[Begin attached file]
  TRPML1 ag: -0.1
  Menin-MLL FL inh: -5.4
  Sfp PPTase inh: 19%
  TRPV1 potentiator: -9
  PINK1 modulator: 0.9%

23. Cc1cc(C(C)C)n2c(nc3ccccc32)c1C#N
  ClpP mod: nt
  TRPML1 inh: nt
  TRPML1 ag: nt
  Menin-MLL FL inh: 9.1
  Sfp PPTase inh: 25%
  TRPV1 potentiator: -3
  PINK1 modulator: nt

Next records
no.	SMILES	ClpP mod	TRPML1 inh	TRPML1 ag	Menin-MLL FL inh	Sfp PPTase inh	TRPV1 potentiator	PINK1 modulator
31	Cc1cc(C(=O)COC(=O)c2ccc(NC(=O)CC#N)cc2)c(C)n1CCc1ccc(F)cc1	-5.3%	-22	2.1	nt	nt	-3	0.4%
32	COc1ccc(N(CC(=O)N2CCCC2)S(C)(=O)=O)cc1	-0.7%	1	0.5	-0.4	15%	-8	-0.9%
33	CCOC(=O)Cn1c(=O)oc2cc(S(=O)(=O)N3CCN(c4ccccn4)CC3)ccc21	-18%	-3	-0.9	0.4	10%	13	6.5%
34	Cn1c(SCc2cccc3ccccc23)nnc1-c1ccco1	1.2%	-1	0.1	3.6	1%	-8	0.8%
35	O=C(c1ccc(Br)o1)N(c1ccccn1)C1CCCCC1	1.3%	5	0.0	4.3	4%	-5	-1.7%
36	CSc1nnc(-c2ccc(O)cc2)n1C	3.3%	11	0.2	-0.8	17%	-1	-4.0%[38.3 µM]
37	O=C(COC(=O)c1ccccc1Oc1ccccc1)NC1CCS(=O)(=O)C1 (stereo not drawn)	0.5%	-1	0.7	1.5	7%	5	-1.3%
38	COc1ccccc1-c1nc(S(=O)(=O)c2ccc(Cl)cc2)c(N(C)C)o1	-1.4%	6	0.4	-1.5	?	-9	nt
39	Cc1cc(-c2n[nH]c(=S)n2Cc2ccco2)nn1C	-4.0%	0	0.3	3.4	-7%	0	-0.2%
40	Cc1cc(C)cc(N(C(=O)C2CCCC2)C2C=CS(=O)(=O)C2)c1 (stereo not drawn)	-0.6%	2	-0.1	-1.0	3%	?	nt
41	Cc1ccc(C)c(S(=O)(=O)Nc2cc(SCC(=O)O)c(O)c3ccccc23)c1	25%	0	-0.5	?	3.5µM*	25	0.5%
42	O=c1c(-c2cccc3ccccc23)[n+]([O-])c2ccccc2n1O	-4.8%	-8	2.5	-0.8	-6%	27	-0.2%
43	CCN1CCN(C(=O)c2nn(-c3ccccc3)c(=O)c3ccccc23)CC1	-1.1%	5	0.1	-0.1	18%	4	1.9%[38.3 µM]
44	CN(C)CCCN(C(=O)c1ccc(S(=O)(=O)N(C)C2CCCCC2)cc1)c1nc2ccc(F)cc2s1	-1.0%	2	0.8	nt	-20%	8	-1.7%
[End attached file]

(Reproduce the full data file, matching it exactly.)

  TRPML1 ag: -0.1
  Menin-MLL FL inh: -5.4
  Sfp PPTase inh: 19%
  TRPV1 potentiator: -9
  PINK1 modulator: 0.9%

23. Cc1cc(C(C)C)n2c(nc3ccccc32)c1C#N
  ClpP mod: nt
  TRPML1 inh: nt
  TRPML1 ag: nt
  Menin-MLL FL inh: 9.1
  Sfp PPTase inh: 25%
  TRPV1 potentiator: -3
  PINK1 modulator: nt

Next records
no.	SMILES	ClpP mod	TRPML1 inh	TRPML1 ag	Menin-MLL FL inh	Sfp PPTase inh	TRPV1 potentiator	PINK1 modulator
31	Cc1cc(C(=O)COC(=O)c2ccc(NC(=O)CC#N)cc2)c(C)n1CCc1ccc(F)cc1	-5.3%	-22	2.1	nt	nt	-3	0.4%
32	COc1ccc(N(CC(=O)N2CCCC2)S(C)(=O)=O)cc1	-0.7%	1	0.5	-0.4	15%	-8	-0.9%
33	CCOC(=O)Cn1c(=O)oc2cc(S(=O)(=O)N3CCN(c4ccccn4)CC3)ccc21	-18%	-3	-0.9	0.4	10%	13	6.5%
34	Cn1c(SCc2cccc3ccccc23)nnc1-c1ccco1	1.2%	-1	0.1	3.6	1%	-8	0.8%
35	O=C(c1ccc(Br)o1)N(c1ccccn1)C1CCCCC1	1.3%	5	0.0	4.3	4%	-5	-1.7%
36	CSc1nnc(-c2ccc(O)cc2)n1C	3.3%	11	0.2	-0.8	17%	-1	-4.0%[38.3 µM]
37	O=C(COC(=O)c1ccccc1Oc1ccccc1)NC1CCS(=O)(=O)C1 (stereo not drawn)	0.5%	-1	0.7	1.5	7%	5	-1.3%
38	COc1ccccc1-c1nc(S(=O)(=O)c2ccc(Cl)cc2)c(N(C)C)o1	-1.4%	6	0.4	-1.5	?	-9	nt
39	Cc1cc(-c2n[nH]c(=S)n2Cc2ccco2)nn1C	-4.0%	0	0.3	3.4	-7%	0	-0.2%
40	Cc1cc(C)cc(N(C(=O)C2CCCC2)C2C=CS(=O)(=O)C2)c1 (stereo not drawn)	-0.6%	2	-0.1	-1.0	3%	?	nt
41	Cc1ccc(C)c(S(=O)(=O)Nc2cc(SCC(=O)O)c(O)c3ccccc23)c1	25%	0	-0.5	?	3.5µM*	25	0.5%
42	O=c1c(-c2cccc3ccccc23)[n+]([O-])c2ccccc2n1O	-4.8%	-8	2.5	-0.8	-6%	27	-0.2%
43	CCN1CCN(C(=O)c2nn(-c3ccccc3)c(=O)c3ccccc23)CC1	-1.1%	5	0.1	-0.1	18%	4	1.9%[38.3 µM]
44	CN(C)CCCN(C(=O)c1ccc(S(=O)(=O)N(C)C2CCCCC2)cc1)c1nc2ccc(F)cc2s1	-1.0%	2	0.8	nt	-20%	8	-1.7%